Oplan: Iwas-Paputok

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Healthbeat 2001 No. 10.jpgHealthbeat 2001 No. 10.jpg

New on the DOH having alerted all its hospitals starting at six in the evening of December 31 to tend to possible blast victims of New Year celebration dominated new dailies on the last day of the year. (Manila Standard, Dec. 31, 2000)

During and after the revelries, people who were injured from using firecrackers around the country were taken to hospitals for treatment. Majority of the reported cases came from Metro Manila. According to reports, 87% were males and 78% involved blast and burn injuries. News reports said that at least 7% of the cases required amputation. (Today, Jan 2)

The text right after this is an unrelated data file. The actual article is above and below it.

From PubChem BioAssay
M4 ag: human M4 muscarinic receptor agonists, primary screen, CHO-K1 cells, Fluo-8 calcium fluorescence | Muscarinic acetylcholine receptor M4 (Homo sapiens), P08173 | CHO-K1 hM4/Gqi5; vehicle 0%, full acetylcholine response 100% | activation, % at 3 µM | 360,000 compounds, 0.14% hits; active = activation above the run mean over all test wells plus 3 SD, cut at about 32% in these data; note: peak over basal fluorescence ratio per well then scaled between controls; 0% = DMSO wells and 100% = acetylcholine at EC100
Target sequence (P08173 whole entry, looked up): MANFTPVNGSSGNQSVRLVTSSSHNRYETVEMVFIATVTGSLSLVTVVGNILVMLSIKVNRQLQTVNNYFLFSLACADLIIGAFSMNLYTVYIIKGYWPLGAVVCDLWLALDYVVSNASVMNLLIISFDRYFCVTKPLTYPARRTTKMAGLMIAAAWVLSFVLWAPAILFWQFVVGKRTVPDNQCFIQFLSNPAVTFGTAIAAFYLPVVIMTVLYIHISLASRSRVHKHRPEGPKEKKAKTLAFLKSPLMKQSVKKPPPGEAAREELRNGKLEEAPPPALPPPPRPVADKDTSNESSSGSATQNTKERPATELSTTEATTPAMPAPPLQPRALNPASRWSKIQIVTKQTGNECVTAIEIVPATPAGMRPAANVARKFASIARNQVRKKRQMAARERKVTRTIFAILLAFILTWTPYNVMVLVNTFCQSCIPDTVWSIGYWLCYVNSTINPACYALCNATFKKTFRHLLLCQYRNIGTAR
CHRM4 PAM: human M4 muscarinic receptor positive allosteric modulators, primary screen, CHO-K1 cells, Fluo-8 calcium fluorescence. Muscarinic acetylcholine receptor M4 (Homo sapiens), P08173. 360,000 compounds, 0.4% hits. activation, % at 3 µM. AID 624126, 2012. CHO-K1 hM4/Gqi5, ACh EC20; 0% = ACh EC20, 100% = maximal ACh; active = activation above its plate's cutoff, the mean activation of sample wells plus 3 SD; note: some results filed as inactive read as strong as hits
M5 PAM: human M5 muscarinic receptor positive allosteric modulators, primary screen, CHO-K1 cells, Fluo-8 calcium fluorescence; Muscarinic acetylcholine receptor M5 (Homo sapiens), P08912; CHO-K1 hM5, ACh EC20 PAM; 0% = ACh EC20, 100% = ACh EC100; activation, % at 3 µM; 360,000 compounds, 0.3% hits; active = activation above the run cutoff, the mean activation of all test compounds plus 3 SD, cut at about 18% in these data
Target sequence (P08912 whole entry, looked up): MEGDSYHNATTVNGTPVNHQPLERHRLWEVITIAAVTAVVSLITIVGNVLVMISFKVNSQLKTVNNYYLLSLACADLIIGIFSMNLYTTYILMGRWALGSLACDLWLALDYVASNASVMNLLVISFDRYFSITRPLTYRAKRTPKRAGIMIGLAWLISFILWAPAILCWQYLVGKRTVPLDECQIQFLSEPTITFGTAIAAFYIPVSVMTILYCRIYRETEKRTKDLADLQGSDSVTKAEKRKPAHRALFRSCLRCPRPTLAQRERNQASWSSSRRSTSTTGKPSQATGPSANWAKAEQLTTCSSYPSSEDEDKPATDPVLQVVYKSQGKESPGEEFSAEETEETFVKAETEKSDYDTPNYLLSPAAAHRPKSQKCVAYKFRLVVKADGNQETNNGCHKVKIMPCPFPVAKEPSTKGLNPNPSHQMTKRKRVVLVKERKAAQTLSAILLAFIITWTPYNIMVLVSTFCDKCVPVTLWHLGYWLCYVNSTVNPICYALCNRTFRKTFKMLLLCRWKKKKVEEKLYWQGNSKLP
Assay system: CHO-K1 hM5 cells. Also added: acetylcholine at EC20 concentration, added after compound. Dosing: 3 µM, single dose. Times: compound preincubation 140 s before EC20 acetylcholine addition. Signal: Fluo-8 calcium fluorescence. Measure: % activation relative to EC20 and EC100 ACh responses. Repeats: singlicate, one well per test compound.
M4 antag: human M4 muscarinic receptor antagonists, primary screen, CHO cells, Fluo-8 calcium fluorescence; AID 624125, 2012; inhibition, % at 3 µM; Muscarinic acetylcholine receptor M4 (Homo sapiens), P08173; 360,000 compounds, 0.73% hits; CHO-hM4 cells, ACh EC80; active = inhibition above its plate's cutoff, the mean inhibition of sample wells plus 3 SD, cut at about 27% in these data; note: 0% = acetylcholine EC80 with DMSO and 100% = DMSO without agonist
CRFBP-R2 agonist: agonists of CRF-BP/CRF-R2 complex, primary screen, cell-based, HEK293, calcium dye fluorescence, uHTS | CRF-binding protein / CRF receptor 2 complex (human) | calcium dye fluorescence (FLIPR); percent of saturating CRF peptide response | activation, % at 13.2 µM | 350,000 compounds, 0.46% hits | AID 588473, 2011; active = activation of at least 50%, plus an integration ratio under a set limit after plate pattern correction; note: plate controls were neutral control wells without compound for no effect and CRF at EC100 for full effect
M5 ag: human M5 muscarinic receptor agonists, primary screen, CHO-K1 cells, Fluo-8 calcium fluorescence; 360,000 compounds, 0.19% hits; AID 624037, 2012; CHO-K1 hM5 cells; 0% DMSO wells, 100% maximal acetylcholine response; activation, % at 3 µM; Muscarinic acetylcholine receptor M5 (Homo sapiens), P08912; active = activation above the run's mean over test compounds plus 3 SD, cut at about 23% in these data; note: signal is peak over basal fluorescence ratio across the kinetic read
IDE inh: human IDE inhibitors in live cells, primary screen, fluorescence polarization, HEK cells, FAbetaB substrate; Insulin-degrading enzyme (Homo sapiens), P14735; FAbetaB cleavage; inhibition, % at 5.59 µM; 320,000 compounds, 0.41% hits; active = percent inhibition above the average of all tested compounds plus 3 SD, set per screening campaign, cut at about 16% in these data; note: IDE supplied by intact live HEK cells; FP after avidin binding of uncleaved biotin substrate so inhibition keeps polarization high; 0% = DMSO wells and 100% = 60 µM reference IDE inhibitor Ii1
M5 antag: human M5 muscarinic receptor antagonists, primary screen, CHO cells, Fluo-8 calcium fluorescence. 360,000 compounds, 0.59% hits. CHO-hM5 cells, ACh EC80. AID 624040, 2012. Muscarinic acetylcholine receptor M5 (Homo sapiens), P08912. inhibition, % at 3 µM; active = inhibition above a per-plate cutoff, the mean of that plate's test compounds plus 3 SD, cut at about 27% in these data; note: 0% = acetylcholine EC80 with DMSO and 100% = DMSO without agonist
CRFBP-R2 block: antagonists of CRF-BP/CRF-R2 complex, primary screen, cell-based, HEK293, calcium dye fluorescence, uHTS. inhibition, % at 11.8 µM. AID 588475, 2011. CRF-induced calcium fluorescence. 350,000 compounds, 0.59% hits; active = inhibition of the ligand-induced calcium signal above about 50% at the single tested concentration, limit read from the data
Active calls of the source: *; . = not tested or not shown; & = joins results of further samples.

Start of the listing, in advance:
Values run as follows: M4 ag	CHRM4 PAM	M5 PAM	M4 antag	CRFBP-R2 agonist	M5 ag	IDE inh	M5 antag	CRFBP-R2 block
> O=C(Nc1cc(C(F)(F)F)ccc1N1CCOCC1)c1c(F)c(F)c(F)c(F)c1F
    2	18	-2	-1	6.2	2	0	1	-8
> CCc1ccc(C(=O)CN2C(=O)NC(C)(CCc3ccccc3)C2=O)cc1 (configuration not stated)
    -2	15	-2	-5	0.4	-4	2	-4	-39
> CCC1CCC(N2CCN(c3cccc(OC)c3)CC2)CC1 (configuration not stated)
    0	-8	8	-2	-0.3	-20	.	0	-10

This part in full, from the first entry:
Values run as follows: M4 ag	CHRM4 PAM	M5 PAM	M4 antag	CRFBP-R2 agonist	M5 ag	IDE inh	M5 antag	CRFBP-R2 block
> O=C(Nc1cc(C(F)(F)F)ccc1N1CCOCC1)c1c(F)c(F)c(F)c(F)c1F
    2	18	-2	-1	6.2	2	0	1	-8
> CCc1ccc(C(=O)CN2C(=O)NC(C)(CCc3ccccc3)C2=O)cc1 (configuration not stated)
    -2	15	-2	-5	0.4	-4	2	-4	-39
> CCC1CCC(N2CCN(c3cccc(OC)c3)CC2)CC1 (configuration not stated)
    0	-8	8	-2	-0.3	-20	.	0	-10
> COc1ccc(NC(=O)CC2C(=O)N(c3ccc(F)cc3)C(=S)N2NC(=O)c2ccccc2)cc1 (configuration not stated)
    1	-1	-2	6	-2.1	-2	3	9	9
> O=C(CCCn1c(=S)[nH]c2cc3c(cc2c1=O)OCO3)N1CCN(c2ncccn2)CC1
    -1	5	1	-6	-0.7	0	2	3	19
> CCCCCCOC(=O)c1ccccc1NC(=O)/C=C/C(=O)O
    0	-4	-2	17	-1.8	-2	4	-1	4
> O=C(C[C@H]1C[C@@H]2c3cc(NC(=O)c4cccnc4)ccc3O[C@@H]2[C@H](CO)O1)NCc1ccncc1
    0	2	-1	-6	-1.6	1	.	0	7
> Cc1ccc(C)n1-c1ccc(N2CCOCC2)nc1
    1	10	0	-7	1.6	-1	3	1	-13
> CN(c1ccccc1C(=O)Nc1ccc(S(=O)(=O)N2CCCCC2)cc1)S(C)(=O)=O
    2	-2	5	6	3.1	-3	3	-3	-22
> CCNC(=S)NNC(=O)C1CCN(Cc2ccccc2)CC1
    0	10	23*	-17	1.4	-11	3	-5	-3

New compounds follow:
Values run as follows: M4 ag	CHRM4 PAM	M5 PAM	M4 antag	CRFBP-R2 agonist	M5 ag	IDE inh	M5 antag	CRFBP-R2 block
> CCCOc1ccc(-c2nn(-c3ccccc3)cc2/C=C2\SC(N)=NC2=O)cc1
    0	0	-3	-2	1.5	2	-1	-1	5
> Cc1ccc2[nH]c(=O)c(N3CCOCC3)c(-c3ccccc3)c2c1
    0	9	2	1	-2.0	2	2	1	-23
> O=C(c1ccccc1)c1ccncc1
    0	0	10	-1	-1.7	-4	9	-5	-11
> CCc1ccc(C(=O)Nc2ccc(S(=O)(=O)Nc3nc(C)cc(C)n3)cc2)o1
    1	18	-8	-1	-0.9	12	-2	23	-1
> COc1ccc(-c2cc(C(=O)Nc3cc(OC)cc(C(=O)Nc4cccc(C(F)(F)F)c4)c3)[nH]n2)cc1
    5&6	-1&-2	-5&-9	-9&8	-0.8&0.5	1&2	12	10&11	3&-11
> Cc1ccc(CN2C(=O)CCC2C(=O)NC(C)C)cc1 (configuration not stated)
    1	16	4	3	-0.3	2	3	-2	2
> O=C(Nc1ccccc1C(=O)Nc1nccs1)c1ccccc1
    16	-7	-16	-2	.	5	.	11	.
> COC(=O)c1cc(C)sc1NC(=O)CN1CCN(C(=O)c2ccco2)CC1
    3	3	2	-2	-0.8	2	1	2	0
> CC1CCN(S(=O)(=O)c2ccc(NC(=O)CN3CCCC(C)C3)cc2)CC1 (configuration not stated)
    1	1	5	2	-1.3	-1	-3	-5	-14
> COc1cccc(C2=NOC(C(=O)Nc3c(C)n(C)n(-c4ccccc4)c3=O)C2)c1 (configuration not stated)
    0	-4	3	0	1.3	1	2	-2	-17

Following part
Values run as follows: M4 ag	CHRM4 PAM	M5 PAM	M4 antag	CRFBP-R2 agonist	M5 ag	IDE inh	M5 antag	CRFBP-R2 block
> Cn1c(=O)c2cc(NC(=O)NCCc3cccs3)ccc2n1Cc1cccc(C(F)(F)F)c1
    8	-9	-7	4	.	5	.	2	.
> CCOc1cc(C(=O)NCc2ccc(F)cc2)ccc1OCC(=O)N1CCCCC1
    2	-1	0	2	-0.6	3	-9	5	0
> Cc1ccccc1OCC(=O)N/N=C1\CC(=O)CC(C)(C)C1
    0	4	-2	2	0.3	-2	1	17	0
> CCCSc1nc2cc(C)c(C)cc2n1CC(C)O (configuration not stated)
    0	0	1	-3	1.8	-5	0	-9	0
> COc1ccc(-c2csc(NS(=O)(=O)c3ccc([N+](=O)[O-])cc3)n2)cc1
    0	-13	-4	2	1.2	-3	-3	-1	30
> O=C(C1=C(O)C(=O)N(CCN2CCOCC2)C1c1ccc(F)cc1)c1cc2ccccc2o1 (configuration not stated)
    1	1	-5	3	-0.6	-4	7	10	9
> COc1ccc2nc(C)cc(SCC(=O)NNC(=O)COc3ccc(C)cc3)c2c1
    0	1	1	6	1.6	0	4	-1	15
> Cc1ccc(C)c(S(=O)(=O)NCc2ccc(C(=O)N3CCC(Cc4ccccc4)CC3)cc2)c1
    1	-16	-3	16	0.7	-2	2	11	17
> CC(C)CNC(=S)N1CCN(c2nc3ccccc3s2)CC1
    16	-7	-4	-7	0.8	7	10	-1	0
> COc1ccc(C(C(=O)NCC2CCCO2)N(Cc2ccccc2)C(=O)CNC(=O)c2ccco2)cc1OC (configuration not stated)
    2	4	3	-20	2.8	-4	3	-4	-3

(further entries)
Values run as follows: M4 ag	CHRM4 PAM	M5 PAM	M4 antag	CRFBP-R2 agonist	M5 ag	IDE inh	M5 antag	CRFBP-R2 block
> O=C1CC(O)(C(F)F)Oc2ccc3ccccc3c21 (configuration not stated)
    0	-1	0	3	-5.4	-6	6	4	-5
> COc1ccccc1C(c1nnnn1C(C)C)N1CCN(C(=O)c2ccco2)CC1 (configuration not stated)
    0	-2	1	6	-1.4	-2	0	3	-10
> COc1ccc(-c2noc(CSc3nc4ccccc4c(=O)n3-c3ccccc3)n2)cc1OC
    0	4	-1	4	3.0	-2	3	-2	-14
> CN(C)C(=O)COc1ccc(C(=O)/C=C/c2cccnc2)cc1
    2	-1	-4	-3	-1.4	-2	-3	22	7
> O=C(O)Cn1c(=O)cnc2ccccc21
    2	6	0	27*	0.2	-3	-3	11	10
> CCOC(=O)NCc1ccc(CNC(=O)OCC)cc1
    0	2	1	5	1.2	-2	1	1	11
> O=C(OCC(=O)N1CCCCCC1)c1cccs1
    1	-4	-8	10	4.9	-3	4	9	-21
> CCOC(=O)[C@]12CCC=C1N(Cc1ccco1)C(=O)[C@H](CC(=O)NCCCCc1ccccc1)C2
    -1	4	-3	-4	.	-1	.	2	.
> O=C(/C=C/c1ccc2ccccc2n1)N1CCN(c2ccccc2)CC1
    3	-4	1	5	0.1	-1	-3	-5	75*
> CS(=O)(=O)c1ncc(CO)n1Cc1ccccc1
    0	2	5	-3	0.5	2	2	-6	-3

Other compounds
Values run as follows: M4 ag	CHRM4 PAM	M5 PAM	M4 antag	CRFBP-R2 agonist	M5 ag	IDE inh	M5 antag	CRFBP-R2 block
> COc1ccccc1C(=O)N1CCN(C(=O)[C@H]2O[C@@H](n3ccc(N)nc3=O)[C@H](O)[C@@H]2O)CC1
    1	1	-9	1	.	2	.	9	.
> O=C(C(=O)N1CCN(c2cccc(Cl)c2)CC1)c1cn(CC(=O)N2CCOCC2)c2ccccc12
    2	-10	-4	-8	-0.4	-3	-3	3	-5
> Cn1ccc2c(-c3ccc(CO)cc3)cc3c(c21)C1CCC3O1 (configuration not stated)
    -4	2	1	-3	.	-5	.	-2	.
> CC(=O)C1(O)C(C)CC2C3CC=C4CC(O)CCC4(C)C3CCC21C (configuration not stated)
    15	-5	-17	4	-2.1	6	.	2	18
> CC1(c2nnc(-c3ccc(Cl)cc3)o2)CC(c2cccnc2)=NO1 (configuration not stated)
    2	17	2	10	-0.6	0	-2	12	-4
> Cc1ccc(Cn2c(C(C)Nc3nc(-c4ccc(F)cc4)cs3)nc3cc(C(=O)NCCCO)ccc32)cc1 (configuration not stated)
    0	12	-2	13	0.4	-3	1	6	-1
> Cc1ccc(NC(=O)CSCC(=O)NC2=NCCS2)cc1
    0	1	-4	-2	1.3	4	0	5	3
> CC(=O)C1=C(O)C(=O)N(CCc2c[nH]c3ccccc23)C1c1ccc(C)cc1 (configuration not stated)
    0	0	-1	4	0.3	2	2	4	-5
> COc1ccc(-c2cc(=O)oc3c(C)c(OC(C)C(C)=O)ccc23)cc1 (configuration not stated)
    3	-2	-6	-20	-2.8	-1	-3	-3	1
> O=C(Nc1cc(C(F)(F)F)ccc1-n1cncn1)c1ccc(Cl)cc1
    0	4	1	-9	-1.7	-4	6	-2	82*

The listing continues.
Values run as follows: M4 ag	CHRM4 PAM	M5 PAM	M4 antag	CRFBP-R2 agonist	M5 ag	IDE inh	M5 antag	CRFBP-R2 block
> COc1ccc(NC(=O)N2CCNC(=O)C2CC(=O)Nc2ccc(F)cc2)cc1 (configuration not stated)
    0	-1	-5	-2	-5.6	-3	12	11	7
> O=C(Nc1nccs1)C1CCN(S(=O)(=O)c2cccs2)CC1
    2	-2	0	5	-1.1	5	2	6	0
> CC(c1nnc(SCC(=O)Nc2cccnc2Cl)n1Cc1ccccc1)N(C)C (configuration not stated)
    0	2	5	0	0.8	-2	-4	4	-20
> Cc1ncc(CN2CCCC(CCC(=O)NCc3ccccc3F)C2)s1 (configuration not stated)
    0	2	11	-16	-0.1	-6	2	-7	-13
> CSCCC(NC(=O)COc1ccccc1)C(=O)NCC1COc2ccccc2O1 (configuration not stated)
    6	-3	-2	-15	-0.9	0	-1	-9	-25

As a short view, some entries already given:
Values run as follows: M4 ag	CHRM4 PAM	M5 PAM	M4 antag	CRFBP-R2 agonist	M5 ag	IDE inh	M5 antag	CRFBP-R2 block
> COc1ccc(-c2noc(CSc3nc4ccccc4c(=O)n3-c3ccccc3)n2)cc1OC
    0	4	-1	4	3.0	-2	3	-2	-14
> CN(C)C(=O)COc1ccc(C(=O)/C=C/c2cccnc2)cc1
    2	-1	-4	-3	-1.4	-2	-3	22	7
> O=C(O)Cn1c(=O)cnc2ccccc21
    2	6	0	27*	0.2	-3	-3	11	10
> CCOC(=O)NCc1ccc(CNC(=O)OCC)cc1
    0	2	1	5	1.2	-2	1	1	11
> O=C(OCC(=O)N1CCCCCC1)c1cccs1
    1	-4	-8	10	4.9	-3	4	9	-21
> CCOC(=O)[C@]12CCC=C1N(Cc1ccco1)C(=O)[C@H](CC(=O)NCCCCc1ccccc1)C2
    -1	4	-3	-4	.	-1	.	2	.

Health authorities said that firecracker injuries dropped by 70% this year. They attributed the significant decrease to a series of setbacks and disasters that left Filipinos with less to celebrate and little money for fireworks. Of the 487 recorded cases this year from December 21 to January 1, only 196 were reportedly from Metro Manila. The DOH said that the bombings that occurred shortly before the New Year could have made people more conscious of the dangers posed by pyrotechnics. (Malaya, Jan. 2)

The DOH reported the death of a one-year old girl who was hit by a stray bullet during the weeklong holiday celebrations. Experts said that the 487 cases of amputated fingers, mangled hands and stray bullet wounds were very much lower compared to the 1,562 recorded last year. They saidt hat the same can be said as to the number of stray bullet cases, with only 23 compared to the 62 reported cases last year. The data was based on the reports relayed to the DOH monitoring center by 32 government and 10 private hospitals nationwide. (Tempo, Jan. 2)

The other death reported was that of a 19-year old pharmacy female student who died after ingesting a plateful of watusi-laced spaghetti. (Phil. Star, Jan. 4)

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